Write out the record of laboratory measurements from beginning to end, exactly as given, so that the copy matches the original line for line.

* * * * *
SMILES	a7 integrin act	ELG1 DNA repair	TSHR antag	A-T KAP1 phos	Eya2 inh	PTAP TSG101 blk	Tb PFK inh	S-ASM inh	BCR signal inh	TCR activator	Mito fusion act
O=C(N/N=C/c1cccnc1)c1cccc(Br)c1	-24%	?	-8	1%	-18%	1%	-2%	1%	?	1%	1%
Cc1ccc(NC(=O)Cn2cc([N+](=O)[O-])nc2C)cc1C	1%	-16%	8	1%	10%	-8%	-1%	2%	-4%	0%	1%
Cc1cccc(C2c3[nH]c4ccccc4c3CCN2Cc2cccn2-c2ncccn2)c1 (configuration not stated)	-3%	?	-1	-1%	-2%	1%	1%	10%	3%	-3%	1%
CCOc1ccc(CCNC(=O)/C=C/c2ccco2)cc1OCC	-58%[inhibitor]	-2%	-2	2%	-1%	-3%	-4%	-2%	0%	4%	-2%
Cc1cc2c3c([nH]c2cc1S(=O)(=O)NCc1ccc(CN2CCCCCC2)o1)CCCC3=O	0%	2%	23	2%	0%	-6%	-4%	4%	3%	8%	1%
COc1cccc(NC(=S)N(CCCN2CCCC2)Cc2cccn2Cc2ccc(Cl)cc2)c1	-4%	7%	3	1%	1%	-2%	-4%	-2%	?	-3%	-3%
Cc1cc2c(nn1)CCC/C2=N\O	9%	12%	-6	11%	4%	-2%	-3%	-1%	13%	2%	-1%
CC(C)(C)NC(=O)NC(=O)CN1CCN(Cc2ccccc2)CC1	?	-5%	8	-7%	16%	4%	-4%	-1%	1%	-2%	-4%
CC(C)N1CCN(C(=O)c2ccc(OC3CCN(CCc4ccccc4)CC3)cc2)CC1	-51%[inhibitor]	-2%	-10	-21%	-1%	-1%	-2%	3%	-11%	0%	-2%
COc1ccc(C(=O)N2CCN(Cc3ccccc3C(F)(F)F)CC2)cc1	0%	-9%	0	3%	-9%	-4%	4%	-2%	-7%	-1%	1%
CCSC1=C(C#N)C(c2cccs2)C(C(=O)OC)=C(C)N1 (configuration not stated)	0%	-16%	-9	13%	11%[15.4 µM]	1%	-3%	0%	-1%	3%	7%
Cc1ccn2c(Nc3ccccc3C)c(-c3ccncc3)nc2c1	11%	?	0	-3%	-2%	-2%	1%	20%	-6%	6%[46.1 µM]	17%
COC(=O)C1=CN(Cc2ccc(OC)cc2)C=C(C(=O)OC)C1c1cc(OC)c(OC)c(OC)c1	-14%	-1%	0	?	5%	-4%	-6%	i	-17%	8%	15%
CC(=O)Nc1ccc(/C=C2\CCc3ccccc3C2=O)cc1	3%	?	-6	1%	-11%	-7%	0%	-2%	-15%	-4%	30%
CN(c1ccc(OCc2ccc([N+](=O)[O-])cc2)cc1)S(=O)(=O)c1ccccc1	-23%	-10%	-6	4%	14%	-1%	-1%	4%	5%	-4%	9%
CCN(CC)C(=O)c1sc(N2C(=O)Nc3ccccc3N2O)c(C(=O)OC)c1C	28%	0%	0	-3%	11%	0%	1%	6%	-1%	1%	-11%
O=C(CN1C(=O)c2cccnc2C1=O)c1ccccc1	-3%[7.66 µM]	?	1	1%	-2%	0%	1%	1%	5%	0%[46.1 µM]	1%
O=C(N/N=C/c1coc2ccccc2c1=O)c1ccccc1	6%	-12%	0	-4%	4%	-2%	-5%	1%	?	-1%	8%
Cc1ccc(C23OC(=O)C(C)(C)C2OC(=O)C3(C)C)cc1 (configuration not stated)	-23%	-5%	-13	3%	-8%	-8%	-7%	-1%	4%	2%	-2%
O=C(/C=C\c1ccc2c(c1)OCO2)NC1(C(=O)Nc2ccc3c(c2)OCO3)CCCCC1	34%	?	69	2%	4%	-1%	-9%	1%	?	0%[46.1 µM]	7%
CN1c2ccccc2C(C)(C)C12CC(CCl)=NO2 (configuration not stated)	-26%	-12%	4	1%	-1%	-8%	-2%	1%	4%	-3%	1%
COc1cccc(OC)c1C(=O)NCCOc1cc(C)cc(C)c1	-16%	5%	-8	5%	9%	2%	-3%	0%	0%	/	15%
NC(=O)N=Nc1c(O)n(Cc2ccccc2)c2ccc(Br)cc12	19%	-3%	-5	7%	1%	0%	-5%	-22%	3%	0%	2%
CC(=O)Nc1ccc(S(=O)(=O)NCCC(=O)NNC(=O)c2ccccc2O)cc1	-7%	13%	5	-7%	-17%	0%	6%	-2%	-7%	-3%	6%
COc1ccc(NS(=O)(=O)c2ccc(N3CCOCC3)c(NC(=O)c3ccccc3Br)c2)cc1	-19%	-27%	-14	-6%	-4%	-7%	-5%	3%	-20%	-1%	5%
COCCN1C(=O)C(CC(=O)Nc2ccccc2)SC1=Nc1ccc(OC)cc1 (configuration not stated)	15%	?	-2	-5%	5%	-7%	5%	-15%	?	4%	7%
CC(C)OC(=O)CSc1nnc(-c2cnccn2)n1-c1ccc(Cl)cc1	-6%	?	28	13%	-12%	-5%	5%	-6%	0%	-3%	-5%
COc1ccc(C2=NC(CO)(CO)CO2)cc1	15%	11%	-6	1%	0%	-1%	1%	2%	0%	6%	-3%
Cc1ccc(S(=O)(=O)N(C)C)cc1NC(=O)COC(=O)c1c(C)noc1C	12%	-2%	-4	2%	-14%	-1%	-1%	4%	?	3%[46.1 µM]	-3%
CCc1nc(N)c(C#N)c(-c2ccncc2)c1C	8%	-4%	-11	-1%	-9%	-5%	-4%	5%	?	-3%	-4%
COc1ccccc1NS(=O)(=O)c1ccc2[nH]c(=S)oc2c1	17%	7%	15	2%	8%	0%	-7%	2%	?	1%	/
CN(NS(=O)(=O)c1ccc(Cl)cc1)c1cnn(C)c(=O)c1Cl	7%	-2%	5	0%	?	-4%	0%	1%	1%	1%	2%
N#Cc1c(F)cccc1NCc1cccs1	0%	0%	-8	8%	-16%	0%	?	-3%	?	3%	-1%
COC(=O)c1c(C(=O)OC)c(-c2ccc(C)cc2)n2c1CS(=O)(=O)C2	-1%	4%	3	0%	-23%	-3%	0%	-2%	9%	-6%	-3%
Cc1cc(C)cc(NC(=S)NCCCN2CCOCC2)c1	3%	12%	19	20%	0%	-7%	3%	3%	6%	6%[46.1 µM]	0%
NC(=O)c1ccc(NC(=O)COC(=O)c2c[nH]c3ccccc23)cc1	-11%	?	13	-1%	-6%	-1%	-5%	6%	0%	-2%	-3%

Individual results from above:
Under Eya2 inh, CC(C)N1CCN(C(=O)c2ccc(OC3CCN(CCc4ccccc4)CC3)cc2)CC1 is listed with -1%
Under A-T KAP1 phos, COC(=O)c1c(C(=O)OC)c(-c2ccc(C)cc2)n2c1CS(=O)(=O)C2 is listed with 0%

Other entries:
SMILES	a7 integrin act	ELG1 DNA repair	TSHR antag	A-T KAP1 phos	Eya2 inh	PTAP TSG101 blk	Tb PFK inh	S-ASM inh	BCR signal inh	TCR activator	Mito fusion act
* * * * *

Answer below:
SMILES	a7 integrin act	ELG1 DNA repair	TSHR antag	A-T KAP1 phos	Eya2 inh	PTAP TSG101 blk	Tb PFK inh	S-ASM inh	BCR signal inh	TCR activator	Mito fusion act
O=C(N/N=C/c1cccnc1)c1cccc(Br)c1	-24%	?	-8	1%	-18%	1%	-2%	1%	?	1%	1%
Cc1ccc(NC(=O)Cn2cc([N+](=O)[O-])nc2C)cc1C	1%	-16%	8	1%	10%	-8%	-1%	2%	-4%	0%	1%
Cc1cccc(C2c3[nH]c4ccccc4c3CCN2Cc2cccn2-c2ncccn2)c1 (configuration not stated)	-3%	?	-1	-1%	-2%	1%	1%	10%	3%	-3%	1%
CCOc1ccc(CCNC(=O)/C=C/c2ccco2)cc1OCC	-58%[inhibitor]	-2%	-2	2%	-1%	-3%	-4%	-2%	0%	4%	-2%
Cc1cc2c3c([nH]c2cc1S(=O)(=O)NCc1ccc(CN2CCCCCC2)o1)CCCC3=O	0%	2%	23	2%	0%	-6%	-4%	4%	3%	8%	1%
COc1cccc(NC(=S)N(CCCN2CCCC2)Cc2cccn2Cc2ccc(Cl)cc2)c1	-4%	7%	3	1%	1%	-2%	-4%	-2%	?	-3%	-3%
Cc1cc2c(nn1)CCC/C2=N\O	9%	12%	-6	11%	4%	-2%	-3%	-1%	13%	2%	-1%
CC(C)(C)NC(=O)NC(=O)CN1CCN(Cc2ccccc2)CC1	?	-5%	8	-7%	16%	4%	-4%	-1%	1%	-2%	-4%
CC(C)N1CCN(C(=O)c2ccc(OC3CCN(CCc4ccccc4)CC3)cc2)CC1	-51%[inhibitor]	-2%	-10	-21%	-1%	-1%	-2%	3%	-11%	0%	-2%
COc1ccc(C(=O)N2CCN(Cc3ccccc3C(F)(F)F)CC2)cc1	0%	-9%	0	3%	-9%	-4%	4%	-2%	-7%	-1%	1%
CCSC1=C(C#N)C(c2cccs2)C(C(=O)OC)=C(C)N1 (configuration not stated)	0%	-16%	-9	13%	11%[15.4 µM]	1%	-3%	0%	-1%	3%	7%
Cc1ccn2c(Nc3ccccc3C)c(-c3ccncc3)nc2c1	11%	?	0	-3%	-2%	-2%	1%	20%	-6%	6%[46.1 µM]	17%
COC(=O)C1=CN(Cc2ccc(OC)cc2)C=C(C(=O)OC)C1c1cc(OC)c(OC)c(OC)c1	-14%	-1%	0	?	5%	-4%	-6%	i	-17%	8%	15%
CC(=O)Nc1ccc(/C=C2\CCc3ccccc3C2=O)cc1	3%	?	-6	1%	-11%	-7%	0%	-2%	-15%	-4%	30%
CN(c1ccc(OCc2ccc([N+](=O)[O-])cc2)cc1)S(=O)(=O)c1ccccc1	-23%	-10%	-6	4%	14%	-1%	-1%	4%	5%	-4%	9%
CCN(CC)C(=O)c1sc(N2C(=O)Nc3ccccc3N2O)c(C(=O)OC)c1C	28%	0%	0	-3%	11%	0%	1%	6%	-1%	1%	-11%
O=C(CN1C(=O)c2cccnc2C1=O)c1ccccc1	-3%[7.66 µM]	?	1	1%	-2%	0%	1%	1%	5%	0%[46.1 µM]	1%
O=C(N/N=C/c1coc2ccccc2c1=O)c1ccccc1	6%	-12%	0	-4%	4%	-2%	-5%	1%	?	-1%	8%
Cc1ccc(C23OC(=O)C(C)(C)C2OC(=O)C3(C)C)cc1 (configuration not stated)	-23%	-5%	-13	3%	-8%	-8%	-7%	-1%	4%	2%	-2%
O=C(/C=C\c1ccc2c(c1)OCO2)NC1(C(=O)Nc2ccc3c(c2)OCO3)CCCCC1	34%	?	69	2%	4%	-1%	-9%	1%	?	0%[46.1 µM]	7%
CN1c2ccccc2C(C)(C)C12CC(CCl)=NO2 (configuration not stated)	-26%	-12%	4	1%	-1%	-8%	-2%	1%	4%	-3%	1%
COc1cccc(OC)c1C(=O)NCCOc1cc(C)cc(C)c1	-16%	5%	-8	5%	9%	2%	-3%	0%	0%	/	15%
NC(=O)N=Nc1c(O)n(Cc2ccccc2)c2ccc(Br)cc12	19%	-3%	-5	7%	1%	0%	-5%	-22%	3%	0%	2%
CC(=O)Nc1ccc(S(=O)(=O)NCCC(=O)NNC(=O)c2ccccc2O)cc1	-7%	13%	5	-7%	-17%	0%	6%	-2%	-7%	-3%	6%
COc1ccc(NS(=O)(=O)c2ccc(N3CCOCC3)c(NC(=O)c3ccccc3Br)c2)cc1	-19%	-27%	-14	-6%	-4%	-7%	-5%	3%	-20%	-1%	5%
COCCN1C(=O)C(CC(=O)Nc2ccccc2)SC1=Nc1ccc(OC)cc1 (configuration not stated)	15%	?	-2	-5%	5%	-7%	5%	-15%	?	4%	7%
CC(C)OC(=O)CSc1nnc(-c2cnccn2)n1-c1ccc(Cl)cc1	-6%	?	28	13%	-12%	-5%	5%	-6%	0%	-3%	-5%
COc1ccc(C2=NC(CO)(CO)CO2)cc1	15%	11%	-6	1%	0%	-1%	1%	2%	0%	6%	-3%
Cc1ccc(S(=O)(=O)N(C)C)cc1NC(=O)COC(=O)c1c(C)noc1C	12%	-2%	-4	2%	-14%	-1%	-1%	4%	?	3%[46.1 µM]	-3%
CCc1nc(N)c(C#N)c(-c2ccncc2)c1C	8%	-4%	-11	-1%	-9%	-5%	-4%	5%	?	-3%	-4%
COc1ccccc1NS(=O)(=O)c1ccc2[nH]c(=S)oc2c1	17%	7%	15	2%	8%	0%	-7%	2%	?	1%	/
CN(NS(=O)(=O)c1ccc(Cl)cc1)c1cnn(C)c(=O)c1Cl	7%	-2%	5	0%	?	-4%	0%	1%	1%	1%	2%
N#Cc1c(F)cccc1NCc1cccs1	0%	0%	-8	8%	-16%	0%	?	-3%	?	3%	-1%
COC(=O)c1c(C(=O)OC)c(-c2ccc(C)cc2)n2c1CS(=O)(=O)C2	-1%	4%	3	0%	-23%	-3%	0%	-2%	9%	-6%	-3%
Cc1cc(C)cc(NC(=S)NCCCN2CCOCC2)c1	3%	12%	19	20%	0%	-7%	3%	3%	6%	6%[46.1 µM]	0%
NC(=O)c1ccc(NC(=O)COC(=O)c2c[nH]c3ccccc23)cc1	-11%	?	13	-1%	-6%	-1%	-5%	6%	0%	-2%	-3%

Individual results from above:
Under Eya2 inh, CC(C)N1CCN(C(=O)c2ccc(OC3CCN(CCc4ccccc4)CC3)cc2)CC1 is listed with -1%
Under A-T KAP1 phos, COC(=O)c1c(C(=O)OC)c(-c2ccc(C)cc2)n2c1CS(=O)(=O)C2 is listed with 0%

Other entries:
SMILES	a7 integrin act	ELG1 DNA repair	TSHR antag	A-T KAP1 phos	Eya2 inh	PTAP TSG101 blk	Tb PFK inh	S-ASM inh	BCR signal inh	TCR activator	Mito fusion act